Yesterday, Paul Tanaka suddenly resigned as LA Sheriff Lee Baca's top assistant. Tanaka has been under pressure since a blue ribbon commission on jail violence came close to recommending that he be fired, and because of reports that he promoted sheriff's deputies for contributing to his campaigns for Mayor of Gardena. Tuesday he was elected to a third term. What will his departure mean for the Sheriff's department and Baca's own prospects for re-election next year? Also, a new book about California's coastline: 1100 miles of wilderness, industrial development and beach culture all crucial to Golden State History. On our rebroadcast of today's To the Point, is economic recovery increasing economic inequality?
FROM THIS EPISODE
Paul Tanaka is the top appointee of LA County Sheriff Lee Baca. Tuesday, Tanaka was elected to a third term as Mayor of Gardena. Yesterday, he resigned as Undersheriff after 33 years in the department, effective on August 1 -- when he becomes eligible for full retirement pay.
From rocky cliffs at the Oregon border, to the Golden Gate, to the Southland's sunny beaches, the California coast is 1100 miles long. In his new book, The Golden Shore: California's Love Affair with the Sea, environmentalist and reporter David Helvarg explores how the coastline has helped shaped the state’s unique identity. KCRW’s Saul Gonzalez talked to him a few steps away from the Redondo Beach Pier. (Helvarg's top five "must visit" places on the California coast.)
More From Which Way, L.A.?
Which Way, LA? The Question that Won't Go Away 23 years ago, the fires of the Rodney King riots were burning and the sirens wailing when KCRW first asked, WWLA? We've been through fires, floods, earthquakes and massive social, cultural and economic change. While this is the last program titled WWLA? the question still needs to be asked. We talk with a group of important and thoughtful people about what LA has become and about the challenges to be faced in the future…as we continue.
Then and Now: Is LA Still the Car Capital of the World? Urban planners got some bad news today. Ridership on public transit in Southern California is on the decline, despite the billions being spent in recent years to build light rail and subway lines. Why aren't more drivers leaving their cars at home, as traffic gets more congested than ever? Meantime, there's a shortage of money to repair aging roads, bridges and other parts of the infrastructure. We look at the impact on the state's economy.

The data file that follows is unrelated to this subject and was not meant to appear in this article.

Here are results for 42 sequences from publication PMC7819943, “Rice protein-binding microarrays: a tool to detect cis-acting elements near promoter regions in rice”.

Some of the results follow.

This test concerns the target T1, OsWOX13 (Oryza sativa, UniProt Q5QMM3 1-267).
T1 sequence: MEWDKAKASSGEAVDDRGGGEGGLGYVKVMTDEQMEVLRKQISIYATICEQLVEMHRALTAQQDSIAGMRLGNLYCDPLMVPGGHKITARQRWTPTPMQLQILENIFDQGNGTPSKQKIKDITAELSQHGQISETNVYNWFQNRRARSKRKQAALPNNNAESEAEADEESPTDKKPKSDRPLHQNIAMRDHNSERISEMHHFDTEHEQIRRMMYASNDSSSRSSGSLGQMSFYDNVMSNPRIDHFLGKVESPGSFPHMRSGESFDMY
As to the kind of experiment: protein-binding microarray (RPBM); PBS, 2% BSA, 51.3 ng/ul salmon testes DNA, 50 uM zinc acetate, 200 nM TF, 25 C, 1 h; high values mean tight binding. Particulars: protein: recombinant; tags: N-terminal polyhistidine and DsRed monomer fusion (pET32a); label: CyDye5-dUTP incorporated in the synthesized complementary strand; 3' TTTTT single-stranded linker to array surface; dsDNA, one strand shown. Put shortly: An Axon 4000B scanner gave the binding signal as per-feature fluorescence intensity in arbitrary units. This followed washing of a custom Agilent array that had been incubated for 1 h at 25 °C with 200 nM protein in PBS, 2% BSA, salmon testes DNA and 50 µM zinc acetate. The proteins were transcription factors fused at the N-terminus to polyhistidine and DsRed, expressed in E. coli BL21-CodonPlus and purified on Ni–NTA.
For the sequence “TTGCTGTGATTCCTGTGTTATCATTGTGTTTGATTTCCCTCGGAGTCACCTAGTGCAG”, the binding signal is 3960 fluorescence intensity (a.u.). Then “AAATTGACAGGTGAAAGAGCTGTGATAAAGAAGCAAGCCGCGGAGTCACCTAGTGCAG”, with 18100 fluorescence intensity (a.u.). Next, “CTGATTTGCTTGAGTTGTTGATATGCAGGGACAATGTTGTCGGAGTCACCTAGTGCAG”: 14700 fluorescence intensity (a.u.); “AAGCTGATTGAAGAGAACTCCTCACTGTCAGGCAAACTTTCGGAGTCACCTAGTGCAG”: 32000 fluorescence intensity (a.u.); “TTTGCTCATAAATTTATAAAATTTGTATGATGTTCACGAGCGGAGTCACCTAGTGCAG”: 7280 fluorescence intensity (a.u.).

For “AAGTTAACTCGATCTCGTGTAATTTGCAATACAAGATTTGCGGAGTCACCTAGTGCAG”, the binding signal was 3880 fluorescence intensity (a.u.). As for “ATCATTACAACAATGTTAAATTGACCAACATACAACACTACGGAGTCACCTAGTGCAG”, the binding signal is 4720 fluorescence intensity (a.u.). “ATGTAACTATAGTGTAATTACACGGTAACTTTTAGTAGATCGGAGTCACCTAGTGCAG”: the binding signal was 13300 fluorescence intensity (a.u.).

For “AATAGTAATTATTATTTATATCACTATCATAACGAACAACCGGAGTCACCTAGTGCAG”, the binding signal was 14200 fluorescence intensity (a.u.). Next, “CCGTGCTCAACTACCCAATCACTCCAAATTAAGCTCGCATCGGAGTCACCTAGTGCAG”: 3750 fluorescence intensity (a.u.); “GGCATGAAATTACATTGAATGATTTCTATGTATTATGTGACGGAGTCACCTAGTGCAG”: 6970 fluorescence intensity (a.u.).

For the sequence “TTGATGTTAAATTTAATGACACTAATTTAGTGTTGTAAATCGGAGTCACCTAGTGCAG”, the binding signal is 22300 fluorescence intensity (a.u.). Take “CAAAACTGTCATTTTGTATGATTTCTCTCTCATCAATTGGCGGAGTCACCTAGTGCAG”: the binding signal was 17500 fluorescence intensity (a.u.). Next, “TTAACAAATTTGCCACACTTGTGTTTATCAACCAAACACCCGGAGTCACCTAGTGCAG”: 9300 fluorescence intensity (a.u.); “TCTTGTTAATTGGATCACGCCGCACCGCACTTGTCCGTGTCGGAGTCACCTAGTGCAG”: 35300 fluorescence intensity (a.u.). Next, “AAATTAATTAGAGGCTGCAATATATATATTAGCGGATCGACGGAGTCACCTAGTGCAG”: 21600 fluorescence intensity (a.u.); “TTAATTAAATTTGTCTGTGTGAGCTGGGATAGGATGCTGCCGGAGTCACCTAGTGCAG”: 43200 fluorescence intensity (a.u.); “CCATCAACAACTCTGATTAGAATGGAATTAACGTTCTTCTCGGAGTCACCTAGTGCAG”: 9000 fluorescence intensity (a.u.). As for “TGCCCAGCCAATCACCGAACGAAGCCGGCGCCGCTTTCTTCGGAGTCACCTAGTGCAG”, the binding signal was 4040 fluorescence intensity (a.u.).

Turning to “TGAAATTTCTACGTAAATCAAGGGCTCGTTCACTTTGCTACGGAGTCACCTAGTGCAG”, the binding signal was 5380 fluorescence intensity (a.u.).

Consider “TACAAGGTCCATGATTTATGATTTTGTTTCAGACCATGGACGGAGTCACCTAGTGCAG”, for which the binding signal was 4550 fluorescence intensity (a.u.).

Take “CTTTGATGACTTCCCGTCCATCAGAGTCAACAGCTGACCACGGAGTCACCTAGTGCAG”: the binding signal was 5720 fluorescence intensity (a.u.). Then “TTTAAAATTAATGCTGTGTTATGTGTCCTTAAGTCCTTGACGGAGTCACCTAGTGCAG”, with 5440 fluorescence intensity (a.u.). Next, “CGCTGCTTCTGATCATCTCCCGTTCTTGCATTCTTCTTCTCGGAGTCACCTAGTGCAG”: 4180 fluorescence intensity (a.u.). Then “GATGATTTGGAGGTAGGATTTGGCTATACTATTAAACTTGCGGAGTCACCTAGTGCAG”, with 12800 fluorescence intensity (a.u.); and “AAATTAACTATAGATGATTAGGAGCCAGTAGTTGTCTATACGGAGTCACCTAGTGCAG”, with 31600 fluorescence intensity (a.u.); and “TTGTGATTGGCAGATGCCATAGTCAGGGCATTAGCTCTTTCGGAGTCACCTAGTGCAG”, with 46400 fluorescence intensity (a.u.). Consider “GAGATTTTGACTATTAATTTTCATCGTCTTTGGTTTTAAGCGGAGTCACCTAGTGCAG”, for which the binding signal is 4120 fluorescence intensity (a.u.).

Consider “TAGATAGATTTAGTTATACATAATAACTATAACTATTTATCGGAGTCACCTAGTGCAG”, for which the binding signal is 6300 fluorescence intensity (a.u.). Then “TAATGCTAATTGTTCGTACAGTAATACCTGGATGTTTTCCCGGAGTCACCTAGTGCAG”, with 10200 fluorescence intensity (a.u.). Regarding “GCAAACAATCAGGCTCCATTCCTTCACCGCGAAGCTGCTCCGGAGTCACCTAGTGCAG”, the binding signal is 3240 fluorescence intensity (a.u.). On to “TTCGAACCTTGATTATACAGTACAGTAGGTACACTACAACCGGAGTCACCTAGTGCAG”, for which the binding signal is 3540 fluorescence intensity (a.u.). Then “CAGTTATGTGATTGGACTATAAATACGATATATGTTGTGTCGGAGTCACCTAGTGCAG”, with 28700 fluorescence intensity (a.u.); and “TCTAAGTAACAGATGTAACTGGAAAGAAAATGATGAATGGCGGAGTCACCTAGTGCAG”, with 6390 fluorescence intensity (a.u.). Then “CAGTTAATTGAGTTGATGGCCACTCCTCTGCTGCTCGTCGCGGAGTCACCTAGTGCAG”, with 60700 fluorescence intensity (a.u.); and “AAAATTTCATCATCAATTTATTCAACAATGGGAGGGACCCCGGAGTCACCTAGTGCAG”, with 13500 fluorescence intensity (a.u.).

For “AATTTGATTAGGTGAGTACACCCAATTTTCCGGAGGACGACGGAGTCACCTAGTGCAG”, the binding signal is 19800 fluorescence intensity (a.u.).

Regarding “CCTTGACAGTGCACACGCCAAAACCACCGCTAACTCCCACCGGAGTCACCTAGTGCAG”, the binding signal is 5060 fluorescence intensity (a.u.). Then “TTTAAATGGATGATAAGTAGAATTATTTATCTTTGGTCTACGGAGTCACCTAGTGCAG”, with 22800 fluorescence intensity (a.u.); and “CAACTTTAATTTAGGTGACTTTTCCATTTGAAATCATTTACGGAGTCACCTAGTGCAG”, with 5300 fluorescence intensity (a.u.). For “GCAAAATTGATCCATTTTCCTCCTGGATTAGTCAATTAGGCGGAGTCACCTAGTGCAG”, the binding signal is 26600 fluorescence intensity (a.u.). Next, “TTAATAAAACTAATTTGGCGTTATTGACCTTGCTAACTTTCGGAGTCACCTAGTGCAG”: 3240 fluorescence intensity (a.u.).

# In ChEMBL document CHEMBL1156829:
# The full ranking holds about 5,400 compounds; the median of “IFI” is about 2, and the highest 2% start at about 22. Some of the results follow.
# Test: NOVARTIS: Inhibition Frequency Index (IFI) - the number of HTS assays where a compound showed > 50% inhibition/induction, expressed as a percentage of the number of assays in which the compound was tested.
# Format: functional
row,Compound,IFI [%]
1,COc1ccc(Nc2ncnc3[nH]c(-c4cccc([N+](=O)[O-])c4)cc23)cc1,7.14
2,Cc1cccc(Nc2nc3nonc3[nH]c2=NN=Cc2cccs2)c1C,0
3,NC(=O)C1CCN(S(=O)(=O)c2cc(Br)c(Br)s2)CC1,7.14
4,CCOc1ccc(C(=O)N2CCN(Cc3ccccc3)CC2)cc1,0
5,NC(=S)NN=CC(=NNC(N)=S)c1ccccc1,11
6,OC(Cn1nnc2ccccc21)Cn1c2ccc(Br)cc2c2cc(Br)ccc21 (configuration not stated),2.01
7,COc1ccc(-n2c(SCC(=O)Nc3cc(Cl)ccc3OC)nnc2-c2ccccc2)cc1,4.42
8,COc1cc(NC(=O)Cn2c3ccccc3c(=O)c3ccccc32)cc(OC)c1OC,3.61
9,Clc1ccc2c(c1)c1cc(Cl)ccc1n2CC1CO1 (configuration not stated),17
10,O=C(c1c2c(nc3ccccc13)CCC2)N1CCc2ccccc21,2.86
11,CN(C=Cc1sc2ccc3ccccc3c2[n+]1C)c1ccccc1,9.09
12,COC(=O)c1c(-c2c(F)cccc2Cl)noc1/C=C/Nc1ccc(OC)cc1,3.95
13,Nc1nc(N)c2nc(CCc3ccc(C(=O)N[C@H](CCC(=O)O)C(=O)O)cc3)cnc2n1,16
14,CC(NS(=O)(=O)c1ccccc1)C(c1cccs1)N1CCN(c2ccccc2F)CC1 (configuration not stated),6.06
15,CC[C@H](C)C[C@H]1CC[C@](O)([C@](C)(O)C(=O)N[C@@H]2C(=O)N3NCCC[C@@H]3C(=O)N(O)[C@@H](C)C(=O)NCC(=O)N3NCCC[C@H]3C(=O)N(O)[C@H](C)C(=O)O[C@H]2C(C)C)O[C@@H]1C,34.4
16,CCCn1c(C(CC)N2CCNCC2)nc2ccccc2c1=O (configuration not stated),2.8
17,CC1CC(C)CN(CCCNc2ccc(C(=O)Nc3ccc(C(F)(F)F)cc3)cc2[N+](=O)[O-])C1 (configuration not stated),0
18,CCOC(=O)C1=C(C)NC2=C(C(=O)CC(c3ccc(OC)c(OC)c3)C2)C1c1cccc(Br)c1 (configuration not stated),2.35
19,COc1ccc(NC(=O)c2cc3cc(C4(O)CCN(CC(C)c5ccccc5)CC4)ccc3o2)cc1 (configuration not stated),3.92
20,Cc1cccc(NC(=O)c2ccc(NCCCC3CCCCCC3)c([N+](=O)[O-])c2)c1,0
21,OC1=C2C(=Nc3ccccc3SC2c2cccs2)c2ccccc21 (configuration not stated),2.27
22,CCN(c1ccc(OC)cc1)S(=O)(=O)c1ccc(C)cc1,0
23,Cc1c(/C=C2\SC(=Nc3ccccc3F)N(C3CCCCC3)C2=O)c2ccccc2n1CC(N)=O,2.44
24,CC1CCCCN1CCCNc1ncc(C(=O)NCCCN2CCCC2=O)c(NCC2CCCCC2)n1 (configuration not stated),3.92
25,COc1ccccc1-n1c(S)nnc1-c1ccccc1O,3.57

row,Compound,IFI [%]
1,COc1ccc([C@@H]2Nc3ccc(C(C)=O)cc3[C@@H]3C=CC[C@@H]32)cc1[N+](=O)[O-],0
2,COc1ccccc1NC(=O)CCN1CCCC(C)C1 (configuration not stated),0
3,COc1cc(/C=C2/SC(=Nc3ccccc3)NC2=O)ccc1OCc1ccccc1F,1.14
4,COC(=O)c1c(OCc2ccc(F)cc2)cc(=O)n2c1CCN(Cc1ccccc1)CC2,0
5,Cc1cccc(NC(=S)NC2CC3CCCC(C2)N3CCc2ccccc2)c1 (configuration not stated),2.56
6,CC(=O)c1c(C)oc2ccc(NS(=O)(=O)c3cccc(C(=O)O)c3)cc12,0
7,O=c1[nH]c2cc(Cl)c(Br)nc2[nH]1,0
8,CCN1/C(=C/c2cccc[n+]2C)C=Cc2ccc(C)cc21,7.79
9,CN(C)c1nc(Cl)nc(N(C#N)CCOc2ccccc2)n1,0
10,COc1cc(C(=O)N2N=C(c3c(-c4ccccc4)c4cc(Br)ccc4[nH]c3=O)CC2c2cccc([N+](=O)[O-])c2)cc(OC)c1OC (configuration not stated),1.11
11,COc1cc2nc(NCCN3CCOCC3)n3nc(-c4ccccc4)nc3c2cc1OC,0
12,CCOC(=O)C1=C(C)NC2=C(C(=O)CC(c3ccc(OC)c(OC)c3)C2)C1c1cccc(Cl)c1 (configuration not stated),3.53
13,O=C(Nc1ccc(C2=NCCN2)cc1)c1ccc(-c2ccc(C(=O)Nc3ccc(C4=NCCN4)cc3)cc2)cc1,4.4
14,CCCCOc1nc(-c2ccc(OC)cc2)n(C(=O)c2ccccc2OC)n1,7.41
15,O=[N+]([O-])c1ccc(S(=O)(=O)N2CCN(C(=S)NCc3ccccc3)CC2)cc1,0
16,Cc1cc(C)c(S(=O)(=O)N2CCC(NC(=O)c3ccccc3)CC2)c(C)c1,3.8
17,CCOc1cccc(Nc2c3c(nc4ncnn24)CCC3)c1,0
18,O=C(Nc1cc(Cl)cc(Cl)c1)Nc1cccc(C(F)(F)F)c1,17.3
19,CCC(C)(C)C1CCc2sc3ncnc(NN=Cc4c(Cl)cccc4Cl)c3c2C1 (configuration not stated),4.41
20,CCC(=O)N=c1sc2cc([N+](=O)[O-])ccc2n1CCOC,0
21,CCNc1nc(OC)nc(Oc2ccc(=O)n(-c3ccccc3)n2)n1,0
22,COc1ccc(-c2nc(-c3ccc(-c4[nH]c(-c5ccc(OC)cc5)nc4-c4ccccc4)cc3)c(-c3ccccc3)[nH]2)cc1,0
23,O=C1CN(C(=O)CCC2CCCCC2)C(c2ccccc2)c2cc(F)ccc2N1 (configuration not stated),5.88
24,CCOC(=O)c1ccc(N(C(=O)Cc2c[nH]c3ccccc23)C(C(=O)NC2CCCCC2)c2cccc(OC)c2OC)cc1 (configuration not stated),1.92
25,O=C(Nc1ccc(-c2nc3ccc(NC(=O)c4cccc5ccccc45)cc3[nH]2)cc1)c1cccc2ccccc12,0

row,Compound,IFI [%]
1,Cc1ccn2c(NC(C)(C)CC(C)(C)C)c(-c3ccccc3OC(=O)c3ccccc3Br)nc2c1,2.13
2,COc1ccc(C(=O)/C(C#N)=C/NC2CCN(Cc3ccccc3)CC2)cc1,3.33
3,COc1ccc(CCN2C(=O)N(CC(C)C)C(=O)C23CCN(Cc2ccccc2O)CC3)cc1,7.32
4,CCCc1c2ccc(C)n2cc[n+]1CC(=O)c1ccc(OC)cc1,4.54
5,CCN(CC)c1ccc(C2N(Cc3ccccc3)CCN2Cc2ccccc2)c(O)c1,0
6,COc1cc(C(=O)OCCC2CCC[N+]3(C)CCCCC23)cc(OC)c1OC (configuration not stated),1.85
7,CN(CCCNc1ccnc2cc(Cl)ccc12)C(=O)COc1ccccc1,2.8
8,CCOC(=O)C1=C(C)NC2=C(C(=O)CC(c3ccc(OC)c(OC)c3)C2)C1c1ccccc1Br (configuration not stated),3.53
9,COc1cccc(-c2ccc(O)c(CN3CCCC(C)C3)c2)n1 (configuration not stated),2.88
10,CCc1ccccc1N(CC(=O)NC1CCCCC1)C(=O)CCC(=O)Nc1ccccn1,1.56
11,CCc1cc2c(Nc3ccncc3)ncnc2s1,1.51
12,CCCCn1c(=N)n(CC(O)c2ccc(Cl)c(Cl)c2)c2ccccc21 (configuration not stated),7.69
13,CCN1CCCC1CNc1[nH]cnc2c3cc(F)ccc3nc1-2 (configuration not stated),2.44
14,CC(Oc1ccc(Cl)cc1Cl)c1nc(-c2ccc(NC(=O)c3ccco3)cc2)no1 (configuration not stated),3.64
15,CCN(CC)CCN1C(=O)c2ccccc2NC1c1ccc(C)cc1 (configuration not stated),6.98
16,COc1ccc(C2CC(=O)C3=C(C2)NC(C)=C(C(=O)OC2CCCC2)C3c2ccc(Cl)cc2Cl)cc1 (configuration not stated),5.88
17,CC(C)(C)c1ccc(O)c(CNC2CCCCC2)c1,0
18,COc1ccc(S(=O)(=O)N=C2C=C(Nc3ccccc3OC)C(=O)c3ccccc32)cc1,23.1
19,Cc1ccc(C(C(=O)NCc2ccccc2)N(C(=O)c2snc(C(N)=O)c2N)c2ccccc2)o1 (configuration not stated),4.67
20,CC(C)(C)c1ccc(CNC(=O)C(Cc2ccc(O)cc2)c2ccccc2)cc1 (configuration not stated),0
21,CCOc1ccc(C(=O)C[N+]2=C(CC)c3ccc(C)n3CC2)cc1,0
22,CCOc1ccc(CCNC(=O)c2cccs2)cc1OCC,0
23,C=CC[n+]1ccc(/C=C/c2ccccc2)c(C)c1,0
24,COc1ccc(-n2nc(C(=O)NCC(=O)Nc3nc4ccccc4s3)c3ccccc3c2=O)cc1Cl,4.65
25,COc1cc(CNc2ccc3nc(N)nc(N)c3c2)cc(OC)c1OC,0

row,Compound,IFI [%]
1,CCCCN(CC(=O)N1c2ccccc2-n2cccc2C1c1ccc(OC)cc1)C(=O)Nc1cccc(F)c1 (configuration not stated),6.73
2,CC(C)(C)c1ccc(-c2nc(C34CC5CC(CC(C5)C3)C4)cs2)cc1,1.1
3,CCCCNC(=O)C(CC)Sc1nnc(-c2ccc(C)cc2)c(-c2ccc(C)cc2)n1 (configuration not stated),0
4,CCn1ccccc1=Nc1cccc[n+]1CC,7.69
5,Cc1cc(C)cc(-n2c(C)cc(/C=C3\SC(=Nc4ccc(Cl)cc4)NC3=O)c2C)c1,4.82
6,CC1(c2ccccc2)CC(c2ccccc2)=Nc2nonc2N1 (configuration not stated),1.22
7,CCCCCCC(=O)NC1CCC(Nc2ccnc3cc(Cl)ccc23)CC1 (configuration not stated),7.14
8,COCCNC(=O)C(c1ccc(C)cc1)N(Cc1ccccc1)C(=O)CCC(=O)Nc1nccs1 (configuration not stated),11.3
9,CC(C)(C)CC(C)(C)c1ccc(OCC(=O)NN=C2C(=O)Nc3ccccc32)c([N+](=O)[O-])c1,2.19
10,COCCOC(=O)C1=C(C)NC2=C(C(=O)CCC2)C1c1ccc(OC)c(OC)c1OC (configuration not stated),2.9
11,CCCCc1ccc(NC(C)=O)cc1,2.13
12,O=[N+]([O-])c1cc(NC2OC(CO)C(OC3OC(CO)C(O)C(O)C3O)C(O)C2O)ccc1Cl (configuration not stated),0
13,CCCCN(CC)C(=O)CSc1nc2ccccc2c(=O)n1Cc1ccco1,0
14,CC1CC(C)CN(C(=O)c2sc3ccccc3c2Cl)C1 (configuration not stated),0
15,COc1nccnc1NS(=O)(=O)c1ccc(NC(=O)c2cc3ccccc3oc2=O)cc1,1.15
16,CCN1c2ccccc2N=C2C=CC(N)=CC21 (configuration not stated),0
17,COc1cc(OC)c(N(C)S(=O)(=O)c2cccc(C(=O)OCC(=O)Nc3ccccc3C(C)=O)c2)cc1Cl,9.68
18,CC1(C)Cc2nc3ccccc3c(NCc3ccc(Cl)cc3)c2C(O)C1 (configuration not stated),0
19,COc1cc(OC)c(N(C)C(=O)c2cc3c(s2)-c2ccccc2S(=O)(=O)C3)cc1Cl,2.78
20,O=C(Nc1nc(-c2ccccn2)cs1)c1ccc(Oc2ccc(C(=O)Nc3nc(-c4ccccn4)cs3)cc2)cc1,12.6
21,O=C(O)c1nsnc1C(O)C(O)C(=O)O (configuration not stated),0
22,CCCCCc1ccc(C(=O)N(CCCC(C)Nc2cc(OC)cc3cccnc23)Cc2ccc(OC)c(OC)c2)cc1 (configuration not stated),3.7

Does California Have a Double Standard for the Public's Protection? Porter Ranch and Vernon are mirror images of each other. In one, schools have been closed and thousands of residents are being moved away by the polluter—just months after a natural gas leak was discovered. In the other, residents complained for years about health risks to school children from exposure to lead and arsenic from a battery recycling plant— until the federal government finally stepped in.
Is 'Warfare' a Thing of the Past at the LAPD? Video of police misconduct wasn’t as common 25 years ago as it is today. The spectacle of LAPD officers beating Rodney King was a wake-up call, but didn’t persuade a jury in Simi Valley. When the cops received not-guilty verdicts, the city exploded. We hear from veteran officers who say they’ve changed. What about their tactics? Have they gained the trust of marginalized communities and people of color?
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